At the outbreak of the COVID-19 pandemic in Canada this March, workers across the country…
When I was a new-comer I spent a lot of time watching and listening to old-timers in meetings. I didn’t trust easily, was constantly skeptical, so really, I was studying to see when they would slip up. Show their real colors. You know, fail the booze smell test.
Then I would know recovery was all a bunch of BS and I could use that as an excuse to go back to drinking and drugging, which in spite of my bravado in early recovery, was what I really wanted to do.
Now I’m an old-timer. I still study old-timers. I don’t trust easily. And still own a healthy streak of skepticism.
The difference is I am no longer doing the smell test. And I no longer need a reason to go get loaded.
Being an old-timer in recovery means simply that I have strung a considerable amount of time, in my case decades, between swigs, tokes or snorts. It is about math. Numerology. It is a label.
True, I had to do certain things to qualify for that label. In my case it was meetings, step work, service work. But basically, it was putting in time between binges.
My attitude about old-timers being liars, braggarts or preachers changed in my first two years. At some point before my second sobriety cake night, I took stock of the people who had sobered up around the time I had. Guys and gals who were no longer in the rooms. Or on the planet any longer for that matter. Paul. Mike. Damian. My own sister Gail. Somehow the desperation I needed to find crystalized when I realized it was true; not everyone makes it.
Paul had been a tough fisherman. Died of a heart attack just before his 28th day in treatment. Mike had 19 years. His wife left and he got into pills. Had a stroke. Died drunk. Damian continued to walk the streets even though she went to meetings. Got beat up, went back to the needle. My sister relapsed after nearly a decade. Went back to alcohol. Suicided.
So, after collecting a few of those order of service programs from a bunch of funerals, all of a sudden some of the things the old-timers used to say back started to make a whole bunch of sense. Go to meetings. The old me drank, the old me will drink again. Keep coming back. If you don’t sit in the barber chair you won’t get a haircut. Nonsensical musings which I came to look for, to appreciate, eventually to mimic.
It began to dawn on me that old-timers are not the enemy. It’s not like the way we used to look at our parents as if they didn’t have a clue. These people are addicts just like me. They drank and drugged, fought, ended up in cells, drove drunk, broke hearts. They shook, shivered, could barely lift their heads up from their pillows many mornings. They came to. They said they would never do it again. They said sorry. Often.
And they had what I didn’t have. A way to stay sober. Many of them even seemed happy.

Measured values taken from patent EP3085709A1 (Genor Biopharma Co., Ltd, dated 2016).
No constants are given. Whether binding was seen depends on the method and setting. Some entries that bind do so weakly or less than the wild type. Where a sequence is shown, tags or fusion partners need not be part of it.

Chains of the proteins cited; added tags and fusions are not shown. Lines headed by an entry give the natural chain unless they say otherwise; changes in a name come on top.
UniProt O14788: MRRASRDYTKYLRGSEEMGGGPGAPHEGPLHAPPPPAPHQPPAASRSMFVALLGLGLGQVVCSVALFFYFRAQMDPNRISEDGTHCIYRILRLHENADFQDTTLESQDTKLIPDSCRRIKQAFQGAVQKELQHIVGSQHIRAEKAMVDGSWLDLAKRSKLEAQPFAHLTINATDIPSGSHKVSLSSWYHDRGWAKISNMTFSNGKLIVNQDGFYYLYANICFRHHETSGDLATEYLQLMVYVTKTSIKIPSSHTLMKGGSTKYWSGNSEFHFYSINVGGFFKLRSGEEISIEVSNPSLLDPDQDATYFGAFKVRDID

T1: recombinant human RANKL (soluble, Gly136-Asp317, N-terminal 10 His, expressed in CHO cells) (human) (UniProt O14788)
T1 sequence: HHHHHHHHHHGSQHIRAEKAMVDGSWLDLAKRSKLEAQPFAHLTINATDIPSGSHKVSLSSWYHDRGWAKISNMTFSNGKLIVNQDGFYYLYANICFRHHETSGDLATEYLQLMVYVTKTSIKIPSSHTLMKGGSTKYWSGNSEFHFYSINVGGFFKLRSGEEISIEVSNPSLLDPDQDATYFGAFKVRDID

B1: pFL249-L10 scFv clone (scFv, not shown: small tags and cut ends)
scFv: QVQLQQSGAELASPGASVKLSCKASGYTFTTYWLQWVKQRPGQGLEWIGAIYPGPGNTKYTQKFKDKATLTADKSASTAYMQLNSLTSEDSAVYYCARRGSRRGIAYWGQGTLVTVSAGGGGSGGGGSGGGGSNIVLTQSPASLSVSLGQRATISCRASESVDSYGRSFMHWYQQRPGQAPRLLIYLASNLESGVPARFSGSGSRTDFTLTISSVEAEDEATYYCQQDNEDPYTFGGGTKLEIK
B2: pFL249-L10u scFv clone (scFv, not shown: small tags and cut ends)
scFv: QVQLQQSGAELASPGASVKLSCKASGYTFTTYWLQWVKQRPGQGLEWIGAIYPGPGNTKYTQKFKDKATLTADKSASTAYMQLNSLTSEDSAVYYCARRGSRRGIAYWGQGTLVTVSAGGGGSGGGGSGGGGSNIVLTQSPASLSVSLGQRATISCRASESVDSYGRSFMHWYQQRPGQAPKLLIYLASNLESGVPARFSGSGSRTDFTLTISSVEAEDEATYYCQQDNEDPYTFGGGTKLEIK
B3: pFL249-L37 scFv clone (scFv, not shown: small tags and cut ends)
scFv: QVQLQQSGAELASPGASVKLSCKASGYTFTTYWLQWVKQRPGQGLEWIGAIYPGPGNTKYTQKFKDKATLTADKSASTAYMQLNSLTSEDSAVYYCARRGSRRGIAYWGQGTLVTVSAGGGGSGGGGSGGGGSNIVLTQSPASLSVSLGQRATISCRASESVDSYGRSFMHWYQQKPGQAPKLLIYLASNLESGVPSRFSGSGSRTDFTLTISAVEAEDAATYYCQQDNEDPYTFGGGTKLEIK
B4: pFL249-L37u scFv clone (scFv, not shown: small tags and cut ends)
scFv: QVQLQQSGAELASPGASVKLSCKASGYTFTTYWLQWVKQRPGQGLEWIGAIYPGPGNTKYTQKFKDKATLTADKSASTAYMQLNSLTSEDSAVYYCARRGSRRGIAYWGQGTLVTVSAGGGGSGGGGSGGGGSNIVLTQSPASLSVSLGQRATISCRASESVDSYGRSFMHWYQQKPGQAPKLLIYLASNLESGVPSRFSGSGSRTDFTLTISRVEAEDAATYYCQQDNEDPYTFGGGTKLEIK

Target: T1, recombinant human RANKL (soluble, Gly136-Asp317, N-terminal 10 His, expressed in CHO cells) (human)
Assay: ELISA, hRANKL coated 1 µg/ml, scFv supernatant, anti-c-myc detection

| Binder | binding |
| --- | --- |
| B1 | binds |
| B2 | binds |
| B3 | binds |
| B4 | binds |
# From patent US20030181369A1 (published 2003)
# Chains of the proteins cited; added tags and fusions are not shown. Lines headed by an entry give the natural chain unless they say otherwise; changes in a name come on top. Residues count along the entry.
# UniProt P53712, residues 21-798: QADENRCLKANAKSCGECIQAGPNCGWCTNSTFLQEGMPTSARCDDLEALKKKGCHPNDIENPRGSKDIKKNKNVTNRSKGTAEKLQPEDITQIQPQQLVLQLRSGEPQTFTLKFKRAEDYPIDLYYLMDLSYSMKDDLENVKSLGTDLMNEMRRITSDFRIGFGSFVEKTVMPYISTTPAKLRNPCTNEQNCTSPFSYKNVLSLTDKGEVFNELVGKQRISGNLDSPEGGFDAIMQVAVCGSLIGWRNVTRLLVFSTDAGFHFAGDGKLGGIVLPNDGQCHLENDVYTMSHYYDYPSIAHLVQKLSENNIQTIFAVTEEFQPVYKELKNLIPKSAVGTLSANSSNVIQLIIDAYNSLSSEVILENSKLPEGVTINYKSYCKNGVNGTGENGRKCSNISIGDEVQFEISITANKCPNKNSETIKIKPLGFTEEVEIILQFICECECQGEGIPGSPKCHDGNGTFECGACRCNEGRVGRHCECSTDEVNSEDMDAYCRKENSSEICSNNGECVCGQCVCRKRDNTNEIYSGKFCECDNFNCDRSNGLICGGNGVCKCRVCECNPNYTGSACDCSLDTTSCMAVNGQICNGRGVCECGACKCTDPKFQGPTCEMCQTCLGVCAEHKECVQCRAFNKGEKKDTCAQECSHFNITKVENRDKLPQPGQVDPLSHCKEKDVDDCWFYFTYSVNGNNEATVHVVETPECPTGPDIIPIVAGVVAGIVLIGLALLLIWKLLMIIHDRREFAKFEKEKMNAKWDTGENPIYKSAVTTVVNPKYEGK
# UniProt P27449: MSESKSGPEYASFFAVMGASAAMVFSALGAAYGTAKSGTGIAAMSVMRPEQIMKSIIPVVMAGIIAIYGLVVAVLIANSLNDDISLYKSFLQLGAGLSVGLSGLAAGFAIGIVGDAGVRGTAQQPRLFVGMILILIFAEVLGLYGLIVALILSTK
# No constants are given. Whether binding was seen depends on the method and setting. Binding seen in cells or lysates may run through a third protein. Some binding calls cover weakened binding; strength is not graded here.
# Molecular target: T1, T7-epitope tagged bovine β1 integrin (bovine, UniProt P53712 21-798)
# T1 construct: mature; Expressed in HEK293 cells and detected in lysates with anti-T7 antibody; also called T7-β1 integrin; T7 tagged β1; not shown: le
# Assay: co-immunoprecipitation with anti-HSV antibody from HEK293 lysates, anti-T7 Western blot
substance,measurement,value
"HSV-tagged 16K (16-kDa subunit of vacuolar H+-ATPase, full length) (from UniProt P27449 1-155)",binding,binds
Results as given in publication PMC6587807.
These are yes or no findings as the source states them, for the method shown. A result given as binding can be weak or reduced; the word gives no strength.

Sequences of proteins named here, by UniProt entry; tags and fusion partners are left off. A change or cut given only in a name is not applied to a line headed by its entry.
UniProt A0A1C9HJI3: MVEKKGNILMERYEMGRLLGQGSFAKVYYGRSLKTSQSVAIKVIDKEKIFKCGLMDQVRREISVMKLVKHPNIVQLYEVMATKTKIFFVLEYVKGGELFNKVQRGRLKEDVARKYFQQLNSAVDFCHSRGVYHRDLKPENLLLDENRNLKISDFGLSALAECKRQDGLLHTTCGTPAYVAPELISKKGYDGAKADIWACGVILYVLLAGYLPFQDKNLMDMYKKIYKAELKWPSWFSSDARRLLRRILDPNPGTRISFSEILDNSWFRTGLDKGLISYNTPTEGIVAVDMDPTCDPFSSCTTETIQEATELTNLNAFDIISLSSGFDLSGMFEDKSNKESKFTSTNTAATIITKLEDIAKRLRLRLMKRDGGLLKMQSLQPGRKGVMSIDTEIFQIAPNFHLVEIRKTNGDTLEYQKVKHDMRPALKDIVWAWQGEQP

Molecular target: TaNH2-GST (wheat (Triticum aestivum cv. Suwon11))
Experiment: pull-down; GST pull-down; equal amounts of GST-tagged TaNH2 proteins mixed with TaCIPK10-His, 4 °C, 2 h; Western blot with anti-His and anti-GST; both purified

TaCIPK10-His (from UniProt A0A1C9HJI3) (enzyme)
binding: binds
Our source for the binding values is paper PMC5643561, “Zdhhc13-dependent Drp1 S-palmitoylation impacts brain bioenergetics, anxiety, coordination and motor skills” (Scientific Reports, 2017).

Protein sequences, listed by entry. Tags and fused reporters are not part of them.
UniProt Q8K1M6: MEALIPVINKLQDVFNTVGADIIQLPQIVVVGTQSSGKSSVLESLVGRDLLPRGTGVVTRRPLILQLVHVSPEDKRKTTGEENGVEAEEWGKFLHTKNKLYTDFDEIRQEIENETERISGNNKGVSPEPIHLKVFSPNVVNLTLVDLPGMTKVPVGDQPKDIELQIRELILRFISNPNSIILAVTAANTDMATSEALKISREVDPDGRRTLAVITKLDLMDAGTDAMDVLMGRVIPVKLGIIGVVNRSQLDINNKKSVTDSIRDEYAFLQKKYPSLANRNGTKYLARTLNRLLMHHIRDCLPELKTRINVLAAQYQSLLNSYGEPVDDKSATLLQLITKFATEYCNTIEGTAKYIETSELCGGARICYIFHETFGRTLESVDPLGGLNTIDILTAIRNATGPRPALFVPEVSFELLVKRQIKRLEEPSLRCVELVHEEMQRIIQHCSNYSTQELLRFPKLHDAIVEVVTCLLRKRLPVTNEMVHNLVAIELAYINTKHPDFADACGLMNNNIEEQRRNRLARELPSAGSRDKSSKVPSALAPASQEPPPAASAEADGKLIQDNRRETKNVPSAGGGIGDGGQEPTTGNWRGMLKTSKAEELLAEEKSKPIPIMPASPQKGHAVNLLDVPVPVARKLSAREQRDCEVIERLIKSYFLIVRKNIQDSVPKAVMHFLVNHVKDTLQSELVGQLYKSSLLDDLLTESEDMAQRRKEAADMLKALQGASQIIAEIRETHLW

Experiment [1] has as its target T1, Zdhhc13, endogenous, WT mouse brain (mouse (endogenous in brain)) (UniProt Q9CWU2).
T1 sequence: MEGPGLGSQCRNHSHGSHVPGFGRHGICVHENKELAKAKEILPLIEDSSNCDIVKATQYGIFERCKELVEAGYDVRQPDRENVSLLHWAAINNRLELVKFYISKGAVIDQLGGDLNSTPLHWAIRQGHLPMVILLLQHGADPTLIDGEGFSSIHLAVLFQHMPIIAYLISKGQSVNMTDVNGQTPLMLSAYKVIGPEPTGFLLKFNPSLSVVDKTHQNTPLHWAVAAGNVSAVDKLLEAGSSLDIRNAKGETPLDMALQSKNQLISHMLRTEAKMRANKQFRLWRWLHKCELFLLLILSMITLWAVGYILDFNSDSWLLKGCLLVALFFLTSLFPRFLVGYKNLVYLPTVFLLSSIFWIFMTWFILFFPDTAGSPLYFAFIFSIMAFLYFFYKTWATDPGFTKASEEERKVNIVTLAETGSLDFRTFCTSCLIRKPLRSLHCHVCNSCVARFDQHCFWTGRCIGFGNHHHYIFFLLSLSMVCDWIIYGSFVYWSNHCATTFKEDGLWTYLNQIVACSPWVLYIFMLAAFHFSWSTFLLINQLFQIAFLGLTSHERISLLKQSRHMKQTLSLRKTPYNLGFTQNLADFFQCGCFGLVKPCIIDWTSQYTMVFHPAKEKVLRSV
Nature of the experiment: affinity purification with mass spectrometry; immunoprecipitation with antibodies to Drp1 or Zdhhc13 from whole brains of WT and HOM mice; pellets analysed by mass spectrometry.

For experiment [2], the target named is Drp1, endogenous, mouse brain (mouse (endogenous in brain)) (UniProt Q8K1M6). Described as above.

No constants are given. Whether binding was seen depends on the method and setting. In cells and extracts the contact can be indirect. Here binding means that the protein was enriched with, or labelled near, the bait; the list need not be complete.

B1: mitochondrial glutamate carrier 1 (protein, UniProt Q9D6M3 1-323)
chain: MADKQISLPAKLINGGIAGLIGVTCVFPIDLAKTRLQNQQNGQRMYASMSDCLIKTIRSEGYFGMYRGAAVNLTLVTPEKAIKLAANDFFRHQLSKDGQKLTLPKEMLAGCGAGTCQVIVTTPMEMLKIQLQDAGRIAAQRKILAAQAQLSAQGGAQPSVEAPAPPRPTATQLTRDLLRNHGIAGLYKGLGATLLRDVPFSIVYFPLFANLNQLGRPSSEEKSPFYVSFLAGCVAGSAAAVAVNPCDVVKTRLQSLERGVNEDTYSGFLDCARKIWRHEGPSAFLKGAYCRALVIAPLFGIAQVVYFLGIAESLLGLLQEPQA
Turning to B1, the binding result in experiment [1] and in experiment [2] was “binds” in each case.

Being an old-timer doesn’t mean we are saints however. In fact, anyone who thinks they’ve got it going on because they haven’t used in a long time may be in grave danger. Every bit of evidence collected on addiction shows that relapse can happen at any stage of recovery.
Which is where the curiosity about old-timers for me at least, remains. I ask myself questions about what I’ve heard, and who I’ve heard it from. Is it in the literature? Is it truthful? Is it helpful? Is it closeminded? Is the person who said it convincing? Or does it sound kind of weak, especially coming from them?
Maybe that sounds kind of harsh. Maybe even judgemental. I like to think of it as assessment. Using my Spidey senses, the same senses that told me whether someone was safe or not when I was out using. If they come into the rooms spouting a do-as-I-say attitude but have little or no visual or spiritual proof that they have contented, attractive sobriety, that not-as-I-do thing, then why would I follow their lead. Be they an old-timer, new-comer, or anyone in between?
Here’s what I’m pretty sure about after 30 years in the rooms of recovery, fully abstinent from alcohol or mood-altering drugs; One, I’m glad I survived my using years, and stuck around long enough to get the benefits of recovery. Friendships. Perspective. A sense that I can do this, no matter what “this” is.
Two, not everyone who has time in has what I want. For instance, I’m into politics, I golf, I swear more than I should, and frankly I don’t believe in a monolithic God. So, I may or may not grate on your nerves. At a meeting. Over coffee. In a blog. That’s just life. No matter how long we’ve been sober, not everyone is going to tickle our fancy, right?
So, on the subject of the value of old-timers, I say understand this: They are proof that we can stay sober in spite of a world of hurt in most cases. They are the living, breathing history that no teacher, scientist or counselor can provide unless they are sober themselves.
But also, it’s important to use our assessment skills to decide if we want what they have and are willing to go to any lengths to get it. Trust your radar. Look them in the eyes and ask them about their recovery if you have doubts. Then take what you like, and leave the rest. It’s all part of the learning process, of growing from new-comer to old-timer.
Jeff V is a man in long term recovery from substance use disorders. He is a father, a journalist, a Canadian Forces veteran, and spent 12 years working in the addiction treatment field.
If you or your family is struggling with an addiction, please give us a call at 1-866-716-2006 or email email@example.com
If you would like to share your recovery story, please email us at firstname.lastname@example.org